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Who you gonna call? LUIGI!

Dr. E. Gadd, semi-mad scientist

The rooms are very dark before the ghosts are defeated.


Luigi finally gets his own game. After winning a mansion in a contest he didn't enter, Luigi is going to meet Mario to check out the mansion. When he gets there, Mario is nowhere to be found, and the mansion appears to be haunted. Luigi then meets up with Dr. E. Gadd, a scientist who equips Luigi with the Poltergust 3000 (a vacuum cleaner) turning him into a ghost-busting plumber. Luigi must suck up the ghosts and rescue Mario.

The game isn't trying to look realistic, but it does look very nice. It looks like a Mario game. The character models and animation are very well done. Most notable are the lighting and particle effects. Luigi kicks up dust and you can see his breath in the cold. Curtains and papers move and react to Luigi's vacuum properly. The framerate is constantly solid. The graphics aren't pushing the boundaries of the hardware, but they do look good and fit the game nicely.

Nothing really notable here. The characters speak in gibberish, except for Luigi who will often call out to Mario, his voice trembling because he is scared. There is one main song throughout the game, which Luigi occasionally hums along with.

This is what a Ghostbusters-style game should be like. The camera is positioned as in a 2D side-scrolling game, but you can move in all directions and the camera will zoom in and out to follow you. You move Luigi with the control stick, and you move the flashlight/vacuum with the C-stick. This can seem a little awkward at first, but you'll get used to it. To catch a ghost, you must first frighten it with your flashlight, then quickly hit R to turn on the vacuum. If you don't do this quickly enough, the ghost will disappear, and you must wait for it to re-appear. Once you have the ghost in the vacuum's pull, you must pull back away from the ghost to 'reel it in'. The ghost will have a number showing their stamina. Once it reaches 0, they will be sucked into your vacuum. When all the ghosts have been captured from a room, the lights will come on. Some ghosts are more advanced, and figuring out how to show their heart is a puzzle. You can use the GameBoy Horror (that E. Gadd gives you) to scan the ghost and get information about it. Later in the game, you can get elemental powers for the vacuum so you can shoot fire, water, or ice. These elements are very important for many of the puzzles. Along the way, you also collect money and treasures (more is obviously better). This is the basic premise of the entire game, and although it might not sound like it, it's quite fun and doesn't get old over the length of the game. I didn't really want to stop playing. The problem with that is:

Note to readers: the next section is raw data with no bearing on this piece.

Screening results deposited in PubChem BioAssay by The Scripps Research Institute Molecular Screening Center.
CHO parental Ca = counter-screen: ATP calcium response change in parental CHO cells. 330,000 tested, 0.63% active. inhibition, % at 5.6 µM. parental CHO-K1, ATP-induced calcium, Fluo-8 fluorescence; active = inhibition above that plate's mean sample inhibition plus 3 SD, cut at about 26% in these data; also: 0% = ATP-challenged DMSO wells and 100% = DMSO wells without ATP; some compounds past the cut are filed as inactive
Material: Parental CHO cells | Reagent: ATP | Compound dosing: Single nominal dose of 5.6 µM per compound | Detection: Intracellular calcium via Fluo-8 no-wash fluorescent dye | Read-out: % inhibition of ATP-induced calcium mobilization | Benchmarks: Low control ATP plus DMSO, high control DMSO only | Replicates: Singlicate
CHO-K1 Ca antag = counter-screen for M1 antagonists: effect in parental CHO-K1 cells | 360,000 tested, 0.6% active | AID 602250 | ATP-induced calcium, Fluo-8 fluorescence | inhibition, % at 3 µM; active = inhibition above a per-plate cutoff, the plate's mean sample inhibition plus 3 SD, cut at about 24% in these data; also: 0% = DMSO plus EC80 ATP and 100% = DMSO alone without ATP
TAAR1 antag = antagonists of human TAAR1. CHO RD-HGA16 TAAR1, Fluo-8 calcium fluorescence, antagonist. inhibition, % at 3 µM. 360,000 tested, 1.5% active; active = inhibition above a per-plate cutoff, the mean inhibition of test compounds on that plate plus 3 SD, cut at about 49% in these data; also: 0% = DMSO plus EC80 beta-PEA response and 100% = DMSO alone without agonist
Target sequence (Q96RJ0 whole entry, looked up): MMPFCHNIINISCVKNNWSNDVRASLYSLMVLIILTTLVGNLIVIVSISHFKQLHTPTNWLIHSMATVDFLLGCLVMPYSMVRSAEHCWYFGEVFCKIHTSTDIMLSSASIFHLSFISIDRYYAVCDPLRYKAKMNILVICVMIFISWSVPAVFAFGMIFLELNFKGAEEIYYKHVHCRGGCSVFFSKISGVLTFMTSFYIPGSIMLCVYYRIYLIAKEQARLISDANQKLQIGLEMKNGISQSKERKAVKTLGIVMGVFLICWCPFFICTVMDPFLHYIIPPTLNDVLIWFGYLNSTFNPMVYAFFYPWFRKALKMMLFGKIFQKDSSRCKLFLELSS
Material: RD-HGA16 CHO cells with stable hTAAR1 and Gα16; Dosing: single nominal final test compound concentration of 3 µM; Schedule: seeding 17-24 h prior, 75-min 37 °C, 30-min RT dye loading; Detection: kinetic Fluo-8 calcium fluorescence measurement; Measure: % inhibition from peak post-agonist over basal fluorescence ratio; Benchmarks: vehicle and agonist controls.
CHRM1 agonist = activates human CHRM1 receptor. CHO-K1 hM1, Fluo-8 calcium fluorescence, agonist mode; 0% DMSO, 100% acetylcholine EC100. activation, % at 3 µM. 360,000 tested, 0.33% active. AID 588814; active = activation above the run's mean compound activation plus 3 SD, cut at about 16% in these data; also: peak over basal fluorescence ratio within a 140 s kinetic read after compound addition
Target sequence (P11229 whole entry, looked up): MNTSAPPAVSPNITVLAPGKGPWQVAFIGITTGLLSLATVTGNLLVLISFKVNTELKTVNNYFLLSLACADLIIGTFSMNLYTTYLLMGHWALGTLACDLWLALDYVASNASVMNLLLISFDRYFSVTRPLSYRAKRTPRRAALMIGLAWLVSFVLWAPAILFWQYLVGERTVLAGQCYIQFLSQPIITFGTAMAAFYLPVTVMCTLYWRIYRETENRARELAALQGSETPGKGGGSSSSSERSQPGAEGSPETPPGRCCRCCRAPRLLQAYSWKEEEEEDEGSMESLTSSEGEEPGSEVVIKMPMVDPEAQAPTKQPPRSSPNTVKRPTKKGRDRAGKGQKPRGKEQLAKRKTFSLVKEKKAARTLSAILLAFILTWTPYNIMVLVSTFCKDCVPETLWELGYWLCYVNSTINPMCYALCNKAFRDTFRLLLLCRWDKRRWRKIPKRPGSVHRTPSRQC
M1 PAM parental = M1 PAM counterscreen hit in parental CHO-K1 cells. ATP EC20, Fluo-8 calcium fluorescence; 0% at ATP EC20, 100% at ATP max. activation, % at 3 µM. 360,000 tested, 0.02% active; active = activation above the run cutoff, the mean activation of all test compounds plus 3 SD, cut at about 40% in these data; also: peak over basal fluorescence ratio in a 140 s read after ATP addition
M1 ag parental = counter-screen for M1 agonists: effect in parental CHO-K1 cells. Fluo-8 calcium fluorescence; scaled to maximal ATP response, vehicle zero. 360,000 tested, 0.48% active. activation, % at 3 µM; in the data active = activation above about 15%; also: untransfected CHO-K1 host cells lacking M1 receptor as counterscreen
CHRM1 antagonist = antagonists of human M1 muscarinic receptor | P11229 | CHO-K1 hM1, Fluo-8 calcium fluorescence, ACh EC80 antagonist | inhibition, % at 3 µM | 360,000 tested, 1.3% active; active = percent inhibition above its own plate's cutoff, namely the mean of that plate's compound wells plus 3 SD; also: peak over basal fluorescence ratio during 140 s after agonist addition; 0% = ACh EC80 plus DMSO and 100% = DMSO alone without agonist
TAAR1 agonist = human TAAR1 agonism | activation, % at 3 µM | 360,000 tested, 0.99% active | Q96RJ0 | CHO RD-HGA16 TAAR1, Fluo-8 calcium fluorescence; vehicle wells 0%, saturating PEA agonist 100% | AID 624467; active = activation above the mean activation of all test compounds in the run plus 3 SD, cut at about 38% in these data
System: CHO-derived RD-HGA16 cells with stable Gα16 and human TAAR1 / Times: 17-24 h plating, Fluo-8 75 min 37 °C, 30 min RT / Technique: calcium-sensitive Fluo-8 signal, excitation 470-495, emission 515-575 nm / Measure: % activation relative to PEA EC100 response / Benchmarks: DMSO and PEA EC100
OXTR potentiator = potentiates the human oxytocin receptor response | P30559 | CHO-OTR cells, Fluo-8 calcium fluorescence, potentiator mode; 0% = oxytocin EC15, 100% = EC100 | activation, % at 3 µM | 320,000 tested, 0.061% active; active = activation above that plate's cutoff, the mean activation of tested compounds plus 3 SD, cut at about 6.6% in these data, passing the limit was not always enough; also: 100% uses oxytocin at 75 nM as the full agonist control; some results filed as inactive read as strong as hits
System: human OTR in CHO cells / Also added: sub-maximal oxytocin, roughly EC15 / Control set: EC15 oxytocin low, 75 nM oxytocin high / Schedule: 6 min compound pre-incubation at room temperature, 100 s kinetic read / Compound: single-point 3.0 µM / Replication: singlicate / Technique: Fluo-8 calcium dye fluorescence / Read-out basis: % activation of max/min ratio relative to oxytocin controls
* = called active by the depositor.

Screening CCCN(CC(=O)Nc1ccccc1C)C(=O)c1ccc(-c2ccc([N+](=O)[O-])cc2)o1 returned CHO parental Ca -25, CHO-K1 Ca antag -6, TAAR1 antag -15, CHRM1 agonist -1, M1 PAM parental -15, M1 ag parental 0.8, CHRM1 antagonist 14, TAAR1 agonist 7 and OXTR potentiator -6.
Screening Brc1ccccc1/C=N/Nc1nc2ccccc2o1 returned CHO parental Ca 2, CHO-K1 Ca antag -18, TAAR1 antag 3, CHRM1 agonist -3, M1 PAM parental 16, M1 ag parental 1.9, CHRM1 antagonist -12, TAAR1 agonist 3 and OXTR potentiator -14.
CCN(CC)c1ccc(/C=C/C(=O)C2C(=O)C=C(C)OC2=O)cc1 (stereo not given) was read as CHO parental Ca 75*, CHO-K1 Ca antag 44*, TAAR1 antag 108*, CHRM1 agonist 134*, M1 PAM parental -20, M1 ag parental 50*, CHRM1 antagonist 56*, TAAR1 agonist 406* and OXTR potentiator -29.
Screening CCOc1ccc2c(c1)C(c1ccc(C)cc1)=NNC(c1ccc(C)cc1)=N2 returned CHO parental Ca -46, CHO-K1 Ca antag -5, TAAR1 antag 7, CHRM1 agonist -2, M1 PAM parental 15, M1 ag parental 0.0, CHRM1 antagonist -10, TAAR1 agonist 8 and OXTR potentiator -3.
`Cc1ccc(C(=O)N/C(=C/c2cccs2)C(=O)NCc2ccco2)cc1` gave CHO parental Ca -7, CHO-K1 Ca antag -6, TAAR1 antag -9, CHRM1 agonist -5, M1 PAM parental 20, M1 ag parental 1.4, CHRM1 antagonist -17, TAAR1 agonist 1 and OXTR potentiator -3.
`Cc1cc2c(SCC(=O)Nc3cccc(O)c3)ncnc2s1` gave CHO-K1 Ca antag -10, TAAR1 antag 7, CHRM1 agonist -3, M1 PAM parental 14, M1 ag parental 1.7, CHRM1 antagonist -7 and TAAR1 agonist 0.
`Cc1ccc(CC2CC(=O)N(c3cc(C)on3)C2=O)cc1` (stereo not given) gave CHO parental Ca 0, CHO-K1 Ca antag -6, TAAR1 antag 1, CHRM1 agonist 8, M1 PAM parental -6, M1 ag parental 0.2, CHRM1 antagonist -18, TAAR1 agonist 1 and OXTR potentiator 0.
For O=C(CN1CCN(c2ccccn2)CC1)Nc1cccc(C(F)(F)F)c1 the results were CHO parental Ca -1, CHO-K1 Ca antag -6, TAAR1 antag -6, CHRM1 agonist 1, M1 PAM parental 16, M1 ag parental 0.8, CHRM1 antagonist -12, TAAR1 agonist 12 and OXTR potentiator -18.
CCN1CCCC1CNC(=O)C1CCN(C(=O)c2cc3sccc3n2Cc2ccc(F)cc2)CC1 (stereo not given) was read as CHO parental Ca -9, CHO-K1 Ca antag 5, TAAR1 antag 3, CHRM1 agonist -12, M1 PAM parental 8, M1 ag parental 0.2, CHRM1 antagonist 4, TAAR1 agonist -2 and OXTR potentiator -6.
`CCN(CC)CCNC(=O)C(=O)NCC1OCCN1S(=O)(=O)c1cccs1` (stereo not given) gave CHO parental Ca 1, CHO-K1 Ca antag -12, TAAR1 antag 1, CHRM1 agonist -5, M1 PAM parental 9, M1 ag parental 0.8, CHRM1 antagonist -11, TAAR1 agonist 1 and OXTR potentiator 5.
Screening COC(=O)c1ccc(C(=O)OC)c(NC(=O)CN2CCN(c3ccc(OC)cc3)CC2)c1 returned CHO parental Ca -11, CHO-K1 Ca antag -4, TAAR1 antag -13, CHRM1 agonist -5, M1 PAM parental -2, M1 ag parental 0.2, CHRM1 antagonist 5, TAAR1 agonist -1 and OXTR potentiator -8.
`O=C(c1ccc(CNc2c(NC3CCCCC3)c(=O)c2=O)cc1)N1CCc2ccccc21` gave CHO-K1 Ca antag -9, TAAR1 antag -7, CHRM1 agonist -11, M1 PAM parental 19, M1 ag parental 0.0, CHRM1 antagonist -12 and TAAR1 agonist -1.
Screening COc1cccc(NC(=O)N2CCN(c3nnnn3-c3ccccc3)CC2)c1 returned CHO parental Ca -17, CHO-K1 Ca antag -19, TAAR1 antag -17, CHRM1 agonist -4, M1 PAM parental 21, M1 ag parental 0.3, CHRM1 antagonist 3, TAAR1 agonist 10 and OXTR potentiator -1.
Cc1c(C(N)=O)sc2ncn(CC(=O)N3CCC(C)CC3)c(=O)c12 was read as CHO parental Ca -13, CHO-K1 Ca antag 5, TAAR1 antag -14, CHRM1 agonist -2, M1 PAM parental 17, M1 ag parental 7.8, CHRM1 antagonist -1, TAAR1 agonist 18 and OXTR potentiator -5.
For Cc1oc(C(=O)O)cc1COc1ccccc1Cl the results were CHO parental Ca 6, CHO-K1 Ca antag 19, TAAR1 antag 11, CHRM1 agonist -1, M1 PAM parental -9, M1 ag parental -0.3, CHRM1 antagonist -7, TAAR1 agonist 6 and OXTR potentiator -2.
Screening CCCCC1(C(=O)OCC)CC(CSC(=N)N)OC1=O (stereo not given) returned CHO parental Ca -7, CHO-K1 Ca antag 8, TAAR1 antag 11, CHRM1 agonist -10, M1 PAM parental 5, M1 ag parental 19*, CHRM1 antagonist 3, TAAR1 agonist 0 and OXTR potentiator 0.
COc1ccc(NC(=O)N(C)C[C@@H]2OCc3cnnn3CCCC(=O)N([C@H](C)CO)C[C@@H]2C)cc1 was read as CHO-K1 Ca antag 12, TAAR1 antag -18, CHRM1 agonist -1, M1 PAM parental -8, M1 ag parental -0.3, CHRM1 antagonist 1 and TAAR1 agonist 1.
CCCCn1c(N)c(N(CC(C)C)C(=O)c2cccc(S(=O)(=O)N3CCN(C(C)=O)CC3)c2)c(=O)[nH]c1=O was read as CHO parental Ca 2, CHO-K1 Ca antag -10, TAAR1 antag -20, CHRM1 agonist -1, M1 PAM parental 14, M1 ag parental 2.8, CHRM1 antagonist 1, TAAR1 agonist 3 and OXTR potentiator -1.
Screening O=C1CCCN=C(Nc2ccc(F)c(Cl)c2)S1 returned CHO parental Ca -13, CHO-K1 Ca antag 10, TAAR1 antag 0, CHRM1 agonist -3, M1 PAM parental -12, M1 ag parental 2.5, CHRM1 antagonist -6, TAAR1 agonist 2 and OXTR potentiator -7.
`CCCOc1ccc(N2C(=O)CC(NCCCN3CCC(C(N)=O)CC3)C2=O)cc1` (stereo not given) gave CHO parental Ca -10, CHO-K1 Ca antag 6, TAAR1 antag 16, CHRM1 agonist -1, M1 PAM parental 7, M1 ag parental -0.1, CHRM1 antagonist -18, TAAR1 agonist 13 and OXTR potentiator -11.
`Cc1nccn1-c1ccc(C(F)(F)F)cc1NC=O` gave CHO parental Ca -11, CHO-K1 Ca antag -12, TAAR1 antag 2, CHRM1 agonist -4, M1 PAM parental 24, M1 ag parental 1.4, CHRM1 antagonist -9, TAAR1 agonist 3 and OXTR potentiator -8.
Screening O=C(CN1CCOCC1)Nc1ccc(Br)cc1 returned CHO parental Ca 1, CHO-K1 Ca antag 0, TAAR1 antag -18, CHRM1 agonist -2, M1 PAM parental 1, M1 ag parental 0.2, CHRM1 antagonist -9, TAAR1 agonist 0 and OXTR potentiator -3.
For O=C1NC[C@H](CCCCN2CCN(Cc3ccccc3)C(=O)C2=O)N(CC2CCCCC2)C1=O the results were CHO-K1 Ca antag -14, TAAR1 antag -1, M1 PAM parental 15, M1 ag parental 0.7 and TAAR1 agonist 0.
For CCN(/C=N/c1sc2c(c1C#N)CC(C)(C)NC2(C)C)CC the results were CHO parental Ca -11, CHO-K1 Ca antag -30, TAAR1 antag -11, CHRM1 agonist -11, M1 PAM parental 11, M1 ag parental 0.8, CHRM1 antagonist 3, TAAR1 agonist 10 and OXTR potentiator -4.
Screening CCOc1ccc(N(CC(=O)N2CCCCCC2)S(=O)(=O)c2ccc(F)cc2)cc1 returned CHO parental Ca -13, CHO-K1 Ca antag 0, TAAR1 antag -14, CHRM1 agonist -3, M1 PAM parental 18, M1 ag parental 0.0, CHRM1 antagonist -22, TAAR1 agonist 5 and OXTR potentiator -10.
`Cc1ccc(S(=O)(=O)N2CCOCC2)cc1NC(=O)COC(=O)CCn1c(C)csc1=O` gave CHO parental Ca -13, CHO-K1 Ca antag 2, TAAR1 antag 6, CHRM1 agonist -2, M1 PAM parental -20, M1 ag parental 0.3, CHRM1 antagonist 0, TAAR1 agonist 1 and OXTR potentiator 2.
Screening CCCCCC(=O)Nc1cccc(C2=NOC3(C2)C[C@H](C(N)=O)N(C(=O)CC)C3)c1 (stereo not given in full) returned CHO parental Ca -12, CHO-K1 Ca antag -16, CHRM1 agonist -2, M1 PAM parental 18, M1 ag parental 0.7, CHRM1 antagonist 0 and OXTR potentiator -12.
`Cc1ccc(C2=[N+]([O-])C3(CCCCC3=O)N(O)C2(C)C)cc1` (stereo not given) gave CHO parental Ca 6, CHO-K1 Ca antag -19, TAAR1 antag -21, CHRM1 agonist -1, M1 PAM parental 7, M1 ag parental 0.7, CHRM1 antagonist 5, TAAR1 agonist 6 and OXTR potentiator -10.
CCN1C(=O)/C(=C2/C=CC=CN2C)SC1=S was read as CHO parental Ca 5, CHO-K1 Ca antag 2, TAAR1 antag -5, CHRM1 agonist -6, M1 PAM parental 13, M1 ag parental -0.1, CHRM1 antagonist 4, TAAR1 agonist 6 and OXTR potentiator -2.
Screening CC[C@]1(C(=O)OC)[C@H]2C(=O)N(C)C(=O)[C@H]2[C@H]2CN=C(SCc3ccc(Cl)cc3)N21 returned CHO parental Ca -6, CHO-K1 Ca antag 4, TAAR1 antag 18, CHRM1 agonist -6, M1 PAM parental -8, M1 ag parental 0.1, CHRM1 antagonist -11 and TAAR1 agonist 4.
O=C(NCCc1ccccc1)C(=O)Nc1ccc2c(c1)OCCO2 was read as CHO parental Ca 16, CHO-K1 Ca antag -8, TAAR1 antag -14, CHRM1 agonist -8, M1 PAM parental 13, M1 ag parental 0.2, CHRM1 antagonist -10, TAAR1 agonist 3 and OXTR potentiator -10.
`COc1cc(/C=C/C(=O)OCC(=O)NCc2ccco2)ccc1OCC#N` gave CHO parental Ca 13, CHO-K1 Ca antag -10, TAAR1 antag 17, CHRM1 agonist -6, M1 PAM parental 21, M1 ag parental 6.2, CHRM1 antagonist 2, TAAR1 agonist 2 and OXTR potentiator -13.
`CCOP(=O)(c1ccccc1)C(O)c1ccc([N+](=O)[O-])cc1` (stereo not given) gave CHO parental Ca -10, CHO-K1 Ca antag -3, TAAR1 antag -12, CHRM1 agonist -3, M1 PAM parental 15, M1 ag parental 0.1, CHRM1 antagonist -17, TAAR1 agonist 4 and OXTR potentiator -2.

Replay Value:
The game is very short. I went through it in 2 days, or about 8-10 hours of gameplay max. Any average-experienced gamer should be able to get through it in a 5 day rental period. After you beat the game, there is another mansion, but it's basically the same as the first mansion. Your vacuum does seem a bit more powerful the second time around. Also, you can try to get more money, but those are about the only alternative goals. Since it is so short however, it might be the type of game you come back to a year later and play through again in a weekend. So it's up to you to decide if it's worth your money. I only recommend it as a rental.

E - Everyone. A very family-friendly game, as most Nintendo first-party games are. The only problem some people may have with it are the supernatural elements (ghosts, fortune tellers).

It's odd for Nintendo to launch a console without a Mario platform game, and some have pointed out that Luigi may just be a 'filler' game until Mario Sunshine comes out summer 2002. It IS short, but it's quite fun. Very different from traditional Mario games. It's also pretty easy, so it might be a good game for kids, or people not as familiar with video games.

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